When you suffer from allergies, you know that a bad attack can not only ruin your day, it can also have dire effects (even death) if it goes untreated.
But sometimes the treatments are just as bad as the symptoms themselves!
For example, you may not be too keen to suffer through day after day of sneezing and congestion brought on by seasonal hay-fever, but antihistamines that make you drowsy (or alternately, wired) aren’t that great, either.
So what can you do to reduce your allergy symptoms without making the situation worse?
Here are a few possible solutions.
If you don’t know exactly what is causing your allergic reactions, they’re going to be rather difficult to treat. So your first task in reducing symptoms is to see an allergy specialist for a scratch test to determine which allergens you are battling. It may turn out that an antihistamine can’t be used to treat your particular allergies anyway, or that there are options for medication that won’t have side effects that are worse than your allergy symptoms. But if you don’t find out then you’re fated to continue suffering.
Use natural treatments
You don’t necessarily have to subscribe to OTC or prescription medications to soothe your allergy symptoms. For nearly every type of allergy out there you can find a homeopathic remedy to treat it. This could include applying lemon juice, vinegar, or tea tree oil to hives, rashes, and other skin irritations, or ingesting herbs like butterbur to act in the place of antihistamines. Of course, if you have extreme reactions like anaphylactic shock, you should definitely carry medical countermeasures like an Epi-pen.
These drugs build up in your system over time to treat ongoing allergy symptoms (like hay-fever, for example). Although they may cause some side effects, they are a good alternative for people who simply can’t stand antihistamines.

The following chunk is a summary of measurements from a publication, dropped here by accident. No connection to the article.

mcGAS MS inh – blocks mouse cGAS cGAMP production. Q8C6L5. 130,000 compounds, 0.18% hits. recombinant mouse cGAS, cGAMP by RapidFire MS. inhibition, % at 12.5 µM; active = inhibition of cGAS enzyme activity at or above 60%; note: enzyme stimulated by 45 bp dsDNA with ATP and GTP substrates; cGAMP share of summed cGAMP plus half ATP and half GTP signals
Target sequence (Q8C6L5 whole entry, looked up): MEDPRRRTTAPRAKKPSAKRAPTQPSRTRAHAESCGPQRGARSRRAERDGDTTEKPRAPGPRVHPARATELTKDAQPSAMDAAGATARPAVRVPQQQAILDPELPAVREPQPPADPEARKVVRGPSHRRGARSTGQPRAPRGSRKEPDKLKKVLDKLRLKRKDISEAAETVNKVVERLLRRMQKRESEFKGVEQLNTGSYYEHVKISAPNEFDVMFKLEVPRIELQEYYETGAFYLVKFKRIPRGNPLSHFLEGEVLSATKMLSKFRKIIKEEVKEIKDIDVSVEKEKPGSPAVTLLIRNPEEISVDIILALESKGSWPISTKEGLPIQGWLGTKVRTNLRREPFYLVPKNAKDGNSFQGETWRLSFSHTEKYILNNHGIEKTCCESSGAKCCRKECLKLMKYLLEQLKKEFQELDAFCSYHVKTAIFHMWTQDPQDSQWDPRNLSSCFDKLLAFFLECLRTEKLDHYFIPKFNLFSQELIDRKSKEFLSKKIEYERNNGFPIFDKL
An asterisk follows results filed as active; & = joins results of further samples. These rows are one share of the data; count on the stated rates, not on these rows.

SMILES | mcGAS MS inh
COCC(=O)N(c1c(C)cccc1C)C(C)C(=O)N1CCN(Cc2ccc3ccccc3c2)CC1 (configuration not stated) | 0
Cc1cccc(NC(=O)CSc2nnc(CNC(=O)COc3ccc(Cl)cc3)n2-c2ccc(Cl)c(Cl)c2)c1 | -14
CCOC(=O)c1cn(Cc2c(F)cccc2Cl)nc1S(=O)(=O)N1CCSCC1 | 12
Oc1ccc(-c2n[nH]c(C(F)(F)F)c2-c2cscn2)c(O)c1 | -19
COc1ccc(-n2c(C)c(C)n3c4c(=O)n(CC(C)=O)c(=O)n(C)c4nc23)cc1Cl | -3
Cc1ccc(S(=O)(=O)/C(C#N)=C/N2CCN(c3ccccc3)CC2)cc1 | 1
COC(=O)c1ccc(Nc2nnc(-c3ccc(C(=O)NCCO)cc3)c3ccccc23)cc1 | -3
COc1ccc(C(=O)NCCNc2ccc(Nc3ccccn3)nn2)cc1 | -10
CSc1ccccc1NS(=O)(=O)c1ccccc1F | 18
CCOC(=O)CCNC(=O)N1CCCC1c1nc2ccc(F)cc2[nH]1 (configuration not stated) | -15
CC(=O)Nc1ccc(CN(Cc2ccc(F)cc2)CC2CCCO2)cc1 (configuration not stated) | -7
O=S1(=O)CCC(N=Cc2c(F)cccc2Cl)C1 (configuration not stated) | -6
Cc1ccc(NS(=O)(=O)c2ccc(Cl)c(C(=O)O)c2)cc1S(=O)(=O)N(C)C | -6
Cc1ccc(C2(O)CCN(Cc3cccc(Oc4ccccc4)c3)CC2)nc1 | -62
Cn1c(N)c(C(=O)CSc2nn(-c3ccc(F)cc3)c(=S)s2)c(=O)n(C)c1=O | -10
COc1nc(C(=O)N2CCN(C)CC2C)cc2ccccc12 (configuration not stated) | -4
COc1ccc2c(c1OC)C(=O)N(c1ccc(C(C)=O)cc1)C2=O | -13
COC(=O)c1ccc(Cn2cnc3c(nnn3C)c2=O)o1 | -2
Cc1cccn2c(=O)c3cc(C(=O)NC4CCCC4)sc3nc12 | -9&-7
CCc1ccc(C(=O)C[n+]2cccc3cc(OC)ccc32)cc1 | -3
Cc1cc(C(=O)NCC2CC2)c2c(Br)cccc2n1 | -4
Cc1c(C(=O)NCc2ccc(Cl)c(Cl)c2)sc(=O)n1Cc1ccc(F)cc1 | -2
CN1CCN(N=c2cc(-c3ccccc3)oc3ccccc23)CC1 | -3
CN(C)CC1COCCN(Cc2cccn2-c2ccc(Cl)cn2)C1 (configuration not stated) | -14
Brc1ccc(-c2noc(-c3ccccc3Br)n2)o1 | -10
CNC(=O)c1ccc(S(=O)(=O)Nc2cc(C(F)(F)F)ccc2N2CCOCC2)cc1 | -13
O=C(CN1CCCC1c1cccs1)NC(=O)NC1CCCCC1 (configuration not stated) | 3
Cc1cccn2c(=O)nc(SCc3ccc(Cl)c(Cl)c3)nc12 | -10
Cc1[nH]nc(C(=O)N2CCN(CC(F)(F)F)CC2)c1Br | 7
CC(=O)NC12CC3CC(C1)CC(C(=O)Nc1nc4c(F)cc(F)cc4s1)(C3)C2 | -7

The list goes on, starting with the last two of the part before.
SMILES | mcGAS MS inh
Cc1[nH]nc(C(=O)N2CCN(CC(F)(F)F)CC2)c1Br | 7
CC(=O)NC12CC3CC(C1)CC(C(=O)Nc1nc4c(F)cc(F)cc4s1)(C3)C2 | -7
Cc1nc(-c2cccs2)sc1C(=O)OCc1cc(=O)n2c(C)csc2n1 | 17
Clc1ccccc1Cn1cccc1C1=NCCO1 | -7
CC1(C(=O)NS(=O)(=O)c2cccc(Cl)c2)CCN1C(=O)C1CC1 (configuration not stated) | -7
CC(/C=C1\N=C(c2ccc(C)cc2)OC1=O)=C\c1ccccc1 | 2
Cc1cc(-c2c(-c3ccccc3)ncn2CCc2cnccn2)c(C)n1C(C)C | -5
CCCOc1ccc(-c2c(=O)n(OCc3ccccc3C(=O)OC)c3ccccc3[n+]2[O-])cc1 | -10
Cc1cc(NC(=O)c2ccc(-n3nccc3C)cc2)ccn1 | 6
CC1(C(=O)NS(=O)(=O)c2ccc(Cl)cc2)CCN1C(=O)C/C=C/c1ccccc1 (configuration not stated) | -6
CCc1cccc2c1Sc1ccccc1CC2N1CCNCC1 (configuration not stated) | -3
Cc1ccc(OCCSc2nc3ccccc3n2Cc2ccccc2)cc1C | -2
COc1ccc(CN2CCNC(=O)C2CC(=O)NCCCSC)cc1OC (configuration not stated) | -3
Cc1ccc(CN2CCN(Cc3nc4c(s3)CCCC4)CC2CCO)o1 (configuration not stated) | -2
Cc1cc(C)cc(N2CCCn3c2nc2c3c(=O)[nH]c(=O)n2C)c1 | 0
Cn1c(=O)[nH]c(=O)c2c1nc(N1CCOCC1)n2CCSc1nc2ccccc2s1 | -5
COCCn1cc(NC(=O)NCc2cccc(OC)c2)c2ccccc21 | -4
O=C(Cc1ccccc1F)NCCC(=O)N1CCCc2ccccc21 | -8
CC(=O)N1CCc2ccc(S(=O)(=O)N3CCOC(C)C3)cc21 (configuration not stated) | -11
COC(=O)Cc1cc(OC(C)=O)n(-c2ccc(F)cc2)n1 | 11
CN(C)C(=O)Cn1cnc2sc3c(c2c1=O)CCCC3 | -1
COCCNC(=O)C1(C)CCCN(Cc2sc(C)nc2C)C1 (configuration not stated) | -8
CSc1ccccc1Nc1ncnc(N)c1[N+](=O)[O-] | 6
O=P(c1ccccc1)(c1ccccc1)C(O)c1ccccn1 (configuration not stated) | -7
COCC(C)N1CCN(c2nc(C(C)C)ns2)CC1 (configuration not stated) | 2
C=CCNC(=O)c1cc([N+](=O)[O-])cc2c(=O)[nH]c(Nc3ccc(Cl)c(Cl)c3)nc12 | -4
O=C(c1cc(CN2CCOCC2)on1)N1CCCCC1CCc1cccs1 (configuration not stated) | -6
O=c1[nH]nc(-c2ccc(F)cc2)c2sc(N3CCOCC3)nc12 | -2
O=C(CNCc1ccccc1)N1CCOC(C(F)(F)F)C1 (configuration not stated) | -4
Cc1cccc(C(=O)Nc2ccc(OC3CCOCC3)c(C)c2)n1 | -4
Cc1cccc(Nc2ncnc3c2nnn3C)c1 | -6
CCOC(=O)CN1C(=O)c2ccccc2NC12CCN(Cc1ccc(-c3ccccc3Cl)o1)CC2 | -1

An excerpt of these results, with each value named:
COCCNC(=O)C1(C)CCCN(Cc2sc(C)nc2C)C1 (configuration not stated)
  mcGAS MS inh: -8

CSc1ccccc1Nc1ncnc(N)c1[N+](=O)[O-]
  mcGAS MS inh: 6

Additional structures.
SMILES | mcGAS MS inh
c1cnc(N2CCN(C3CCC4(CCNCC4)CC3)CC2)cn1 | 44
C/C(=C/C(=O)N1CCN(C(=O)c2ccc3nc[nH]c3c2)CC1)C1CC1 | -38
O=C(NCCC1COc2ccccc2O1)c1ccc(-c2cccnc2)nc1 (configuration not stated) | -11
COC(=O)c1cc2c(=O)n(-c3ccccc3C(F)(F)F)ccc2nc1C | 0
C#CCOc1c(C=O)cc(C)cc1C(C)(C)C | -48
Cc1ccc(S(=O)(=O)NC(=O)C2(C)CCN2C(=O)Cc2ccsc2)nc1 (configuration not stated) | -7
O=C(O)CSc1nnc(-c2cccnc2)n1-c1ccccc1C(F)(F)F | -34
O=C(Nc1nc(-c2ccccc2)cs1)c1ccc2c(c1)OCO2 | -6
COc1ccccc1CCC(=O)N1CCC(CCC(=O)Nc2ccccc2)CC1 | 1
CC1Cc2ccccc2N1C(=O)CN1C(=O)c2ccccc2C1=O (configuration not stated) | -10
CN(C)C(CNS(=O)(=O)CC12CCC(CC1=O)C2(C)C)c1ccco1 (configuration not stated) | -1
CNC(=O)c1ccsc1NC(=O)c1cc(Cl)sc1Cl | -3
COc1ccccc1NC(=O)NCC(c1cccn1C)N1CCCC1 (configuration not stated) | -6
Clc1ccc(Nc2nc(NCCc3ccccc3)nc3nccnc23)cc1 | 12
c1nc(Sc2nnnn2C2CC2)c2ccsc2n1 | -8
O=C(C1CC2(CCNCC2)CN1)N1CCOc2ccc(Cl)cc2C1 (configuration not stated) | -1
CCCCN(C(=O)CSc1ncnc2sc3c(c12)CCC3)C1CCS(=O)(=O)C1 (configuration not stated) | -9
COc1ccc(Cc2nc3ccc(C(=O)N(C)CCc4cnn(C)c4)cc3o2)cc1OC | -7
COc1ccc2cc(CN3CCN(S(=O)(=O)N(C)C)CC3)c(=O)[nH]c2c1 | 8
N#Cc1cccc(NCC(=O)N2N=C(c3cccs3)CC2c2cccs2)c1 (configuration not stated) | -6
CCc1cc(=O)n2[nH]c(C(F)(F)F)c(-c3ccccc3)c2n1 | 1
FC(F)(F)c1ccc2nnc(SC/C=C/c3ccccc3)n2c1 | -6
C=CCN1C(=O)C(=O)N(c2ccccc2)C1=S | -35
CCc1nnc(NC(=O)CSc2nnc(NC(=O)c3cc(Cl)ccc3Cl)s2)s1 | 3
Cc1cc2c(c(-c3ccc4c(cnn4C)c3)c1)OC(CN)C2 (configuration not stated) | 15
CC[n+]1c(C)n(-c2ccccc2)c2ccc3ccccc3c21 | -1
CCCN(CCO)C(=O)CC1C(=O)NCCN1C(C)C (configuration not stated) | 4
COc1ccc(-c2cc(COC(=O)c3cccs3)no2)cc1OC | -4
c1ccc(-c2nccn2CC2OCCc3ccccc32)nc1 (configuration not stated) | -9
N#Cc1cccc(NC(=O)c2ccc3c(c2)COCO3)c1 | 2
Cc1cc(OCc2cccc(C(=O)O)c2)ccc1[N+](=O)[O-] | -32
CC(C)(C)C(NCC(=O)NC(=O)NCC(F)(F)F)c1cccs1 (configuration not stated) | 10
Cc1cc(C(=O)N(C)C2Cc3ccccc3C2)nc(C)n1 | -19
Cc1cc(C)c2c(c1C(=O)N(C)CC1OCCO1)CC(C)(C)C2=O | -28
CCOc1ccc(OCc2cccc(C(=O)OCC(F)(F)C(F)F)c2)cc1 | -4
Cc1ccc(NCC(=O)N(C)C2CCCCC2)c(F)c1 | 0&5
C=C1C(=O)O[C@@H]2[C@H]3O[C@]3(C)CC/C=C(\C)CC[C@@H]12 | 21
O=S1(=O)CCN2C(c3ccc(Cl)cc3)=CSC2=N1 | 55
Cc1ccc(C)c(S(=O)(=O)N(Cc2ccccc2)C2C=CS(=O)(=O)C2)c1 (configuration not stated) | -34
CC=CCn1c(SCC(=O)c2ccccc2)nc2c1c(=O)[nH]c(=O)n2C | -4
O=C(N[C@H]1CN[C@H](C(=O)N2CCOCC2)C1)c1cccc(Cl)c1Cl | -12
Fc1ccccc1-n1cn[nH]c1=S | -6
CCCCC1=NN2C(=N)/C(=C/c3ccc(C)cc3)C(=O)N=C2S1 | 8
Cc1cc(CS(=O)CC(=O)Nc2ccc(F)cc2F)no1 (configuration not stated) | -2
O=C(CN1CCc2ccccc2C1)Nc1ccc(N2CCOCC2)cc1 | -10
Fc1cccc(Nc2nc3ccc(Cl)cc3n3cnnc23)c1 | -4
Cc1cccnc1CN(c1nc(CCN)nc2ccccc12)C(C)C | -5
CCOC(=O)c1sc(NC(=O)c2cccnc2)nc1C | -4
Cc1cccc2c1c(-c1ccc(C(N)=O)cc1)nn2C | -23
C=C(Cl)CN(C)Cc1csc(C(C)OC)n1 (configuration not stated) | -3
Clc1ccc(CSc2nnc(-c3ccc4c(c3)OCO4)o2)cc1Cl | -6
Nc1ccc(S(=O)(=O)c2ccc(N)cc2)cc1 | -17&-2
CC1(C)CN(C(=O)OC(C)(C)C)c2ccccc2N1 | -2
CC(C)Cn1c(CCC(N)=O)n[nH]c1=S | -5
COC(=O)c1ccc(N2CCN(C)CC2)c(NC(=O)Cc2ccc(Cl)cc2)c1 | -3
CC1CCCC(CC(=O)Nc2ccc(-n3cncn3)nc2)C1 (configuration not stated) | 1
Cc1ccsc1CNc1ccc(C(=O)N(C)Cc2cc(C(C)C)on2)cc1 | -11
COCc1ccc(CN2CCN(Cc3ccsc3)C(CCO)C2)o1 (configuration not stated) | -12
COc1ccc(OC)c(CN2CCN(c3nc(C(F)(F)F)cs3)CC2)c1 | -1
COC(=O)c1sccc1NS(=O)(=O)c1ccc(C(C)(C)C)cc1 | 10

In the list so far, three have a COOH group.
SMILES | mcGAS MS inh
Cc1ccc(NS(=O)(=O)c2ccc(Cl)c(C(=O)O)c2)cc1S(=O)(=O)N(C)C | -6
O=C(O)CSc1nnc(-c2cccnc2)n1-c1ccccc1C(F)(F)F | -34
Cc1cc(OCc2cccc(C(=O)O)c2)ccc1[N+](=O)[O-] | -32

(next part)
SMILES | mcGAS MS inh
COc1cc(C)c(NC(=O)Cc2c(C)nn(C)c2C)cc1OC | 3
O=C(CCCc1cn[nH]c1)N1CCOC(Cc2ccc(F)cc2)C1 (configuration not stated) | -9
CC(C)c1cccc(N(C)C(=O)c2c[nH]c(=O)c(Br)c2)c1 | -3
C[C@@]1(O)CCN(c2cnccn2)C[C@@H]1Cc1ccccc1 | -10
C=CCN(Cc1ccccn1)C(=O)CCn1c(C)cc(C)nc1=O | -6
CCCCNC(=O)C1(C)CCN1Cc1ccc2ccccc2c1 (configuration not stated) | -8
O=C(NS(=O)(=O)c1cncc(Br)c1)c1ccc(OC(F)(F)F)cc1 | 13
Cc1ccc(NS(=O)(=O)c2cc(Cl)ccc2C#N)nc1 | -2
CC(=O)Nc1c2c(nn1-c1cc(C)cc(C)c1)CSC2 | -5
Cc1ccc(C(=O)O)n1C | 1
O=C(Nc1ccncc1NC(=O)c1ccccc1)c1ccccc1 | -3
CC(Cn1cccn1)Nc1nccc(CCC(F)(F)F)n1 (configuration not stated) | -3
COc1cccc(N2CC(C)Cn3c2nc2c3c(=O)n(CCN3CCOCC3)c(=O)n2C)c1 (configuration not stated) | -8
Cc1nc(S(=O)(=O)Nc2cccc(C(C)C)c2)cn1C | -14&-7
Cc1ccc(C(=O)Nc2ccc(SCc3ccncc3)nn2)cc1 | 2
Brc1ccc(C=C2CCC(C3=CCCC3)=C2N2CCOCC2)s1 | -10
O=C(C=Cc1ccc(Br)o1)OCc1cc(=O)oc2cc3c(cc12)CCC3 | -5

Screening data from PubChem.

Ask about desensitization therapies
Did you know that some allergies can be permanently erased through a series of shots meant to desensitize your system and reduce immune system reaction? You will have to undergo treatments for a number of months (or even years) with gradually decreasing frequency, but you could come out allergy-free in the end.
This may sound like a “duh” kind of statement, but it’s easier said than done. Most of us can’t postpone leaving the house until pollen has settled down, and common allergens like dust and dander are all around your home and office. However, you can take steps to reduce the allergens in areas you frequent in a bid to alleviate symptoms. The best place to start is with frequent and thorough cleaning with eco-friendly solvents (chemical cleaners could be partially to blame, so remove these toxins from the home). From there you’ll want to install air purifiers throughout the space (IQ Air products are a good bet since they feature HEPA technology and they’re ozone- and ion-free). And finally, get an energy audit to find potential leaks in your home and have them sealed, lowering utility bills while keeping outside allergens where they belong.
Originally posted 2016-11-05 17:26:21.